Schweinsteiger won’t give up his dream BERLIN: Ahead of his final Germany appearance, Bastian Schweinsteiger said Tuesday he will not give up on his dream of playing again for Manchester United — despite his exile by Jose Mourinho.
Germany’s friendly against Finland in Moenchengladbach on Wednesday doubles as Schweinsteiger’s farewell on his 121st – and final – international appearance when he will captain die Mannschaft for the last time.
The 32-year-old, who left Bayern Munich for Manchester in 2015, has a Unitedcontract running until 2018, but new coach Mourinho banished him to the Under-23 team early this month, insisting the soon-to-be ex-Germany captain is not in his plans.
Schweinsteiger says he will keep waiting for his chance at Old Trafford and insisted that he has ‘no problem’ with Mourinho.
“My absolute dream would be to play for Manchester United and help them reach their goals,” said Schweinsteiger at a German FA (DFB) press conference in Duesseldorf.
“I have had conversations (with the club) and I have no problem with Jose Mourinho, he has explained the situation to me from his perspective.
“We have to wait to see what happens in September and October and how things will develop, but I will definitely not stop playing football.” While Schweinsteiger will bide his time in Manchester, he said a move to USA and the North American league (MLS) could be an option in the future.
“The transfer window has already closed (in the MLS), so there’s nothing there,” said Schweinsteiger. “My dream remains to play for Manchester United.
“Mourinho showered (the 34-year-old Zlatan) Ibrahimovic with praise for still playing and if I get a fair chance, I believe in my abilities.
“It would be a dream to once more show the (Man Utd) fans what I can do.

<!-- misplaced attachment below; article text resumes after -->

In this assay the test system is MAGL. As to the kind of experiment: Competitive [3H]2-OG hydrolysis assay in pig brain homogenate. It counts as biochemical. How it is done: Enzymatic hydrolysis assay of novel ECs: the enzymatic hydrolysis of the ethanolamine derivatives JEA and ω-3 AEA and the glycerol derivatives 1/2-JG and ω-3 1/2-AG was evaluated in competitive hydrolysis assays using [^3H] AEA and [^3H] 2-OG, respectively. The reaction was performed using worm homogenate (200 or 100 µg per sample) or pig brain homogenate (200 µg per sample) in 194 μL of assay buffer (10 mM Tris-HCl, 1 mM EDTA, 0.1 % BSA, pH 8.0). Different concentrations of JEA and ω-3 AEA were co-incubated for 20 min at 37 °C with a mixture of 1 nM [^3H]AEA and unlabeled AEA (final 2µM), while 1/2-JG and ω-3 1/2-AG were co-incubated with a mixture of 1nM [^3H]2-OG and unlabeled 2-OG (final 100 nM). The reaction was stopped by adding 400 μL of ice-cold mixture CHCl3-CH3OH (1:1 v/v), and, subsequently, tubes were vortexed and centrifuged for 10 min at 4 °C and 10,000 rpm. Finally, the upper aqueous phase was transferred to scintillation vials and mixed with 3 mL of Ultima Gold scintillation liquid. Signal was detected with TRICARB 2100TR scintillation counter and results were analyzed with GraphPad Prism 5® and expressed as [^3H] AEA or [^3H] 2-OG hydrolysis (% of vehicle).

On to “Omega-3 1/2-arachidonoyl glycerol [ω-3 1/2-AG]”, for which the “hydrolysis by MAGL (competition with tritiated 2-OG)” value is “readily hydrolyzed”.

“In the last year, things went well (at Man Utd) until I was banned (from the first-team).
“We have to see how the situation goes, but of course the USA is an option.” Schweinsteiger says he is not letting the situation at Old Trafford get him down and that he has experienced worst moments in his career.
“I believe that things are good with me, despite the current situation,” he said.
“When I think about the Champions League final in Munich (when Bayern lost to Chelsea on penalties in 2012), that was more difficult to get over.
“I’ve mellowed and know how to deal with these situations.
“The football business is not only highs, but also lows, it is a hard business and not just on the sports side.”
Just over half of the 43,000 tickets, costing between 25-75 euros ($28-$83), have been sold for the match in Moenchengladbach with Schweinsteiger set to bow out after more than 12 years in the famous white shirt.
“I am looking forward to the evening,” he said.
“I know that the stadium perhaps won’t be full, but I will be pleased to see every fan who comes to the game, the atmosphere and singing the national anthem.
“I don’t know how many minutes I’ll be able to play.
“I haven’t played a game yet (this season), so I don’t know how the lungs will hold up.”
Loew has said he will only name Schweinsteiger’s replacement as Germany captain after the Finland international.
Bayern trio Manuel Neuer, who was skipper for five of their six Euro 2016 matches, Jerome Boateng and Thomas Mueller are all vying for the armband with Neuer as the favourite.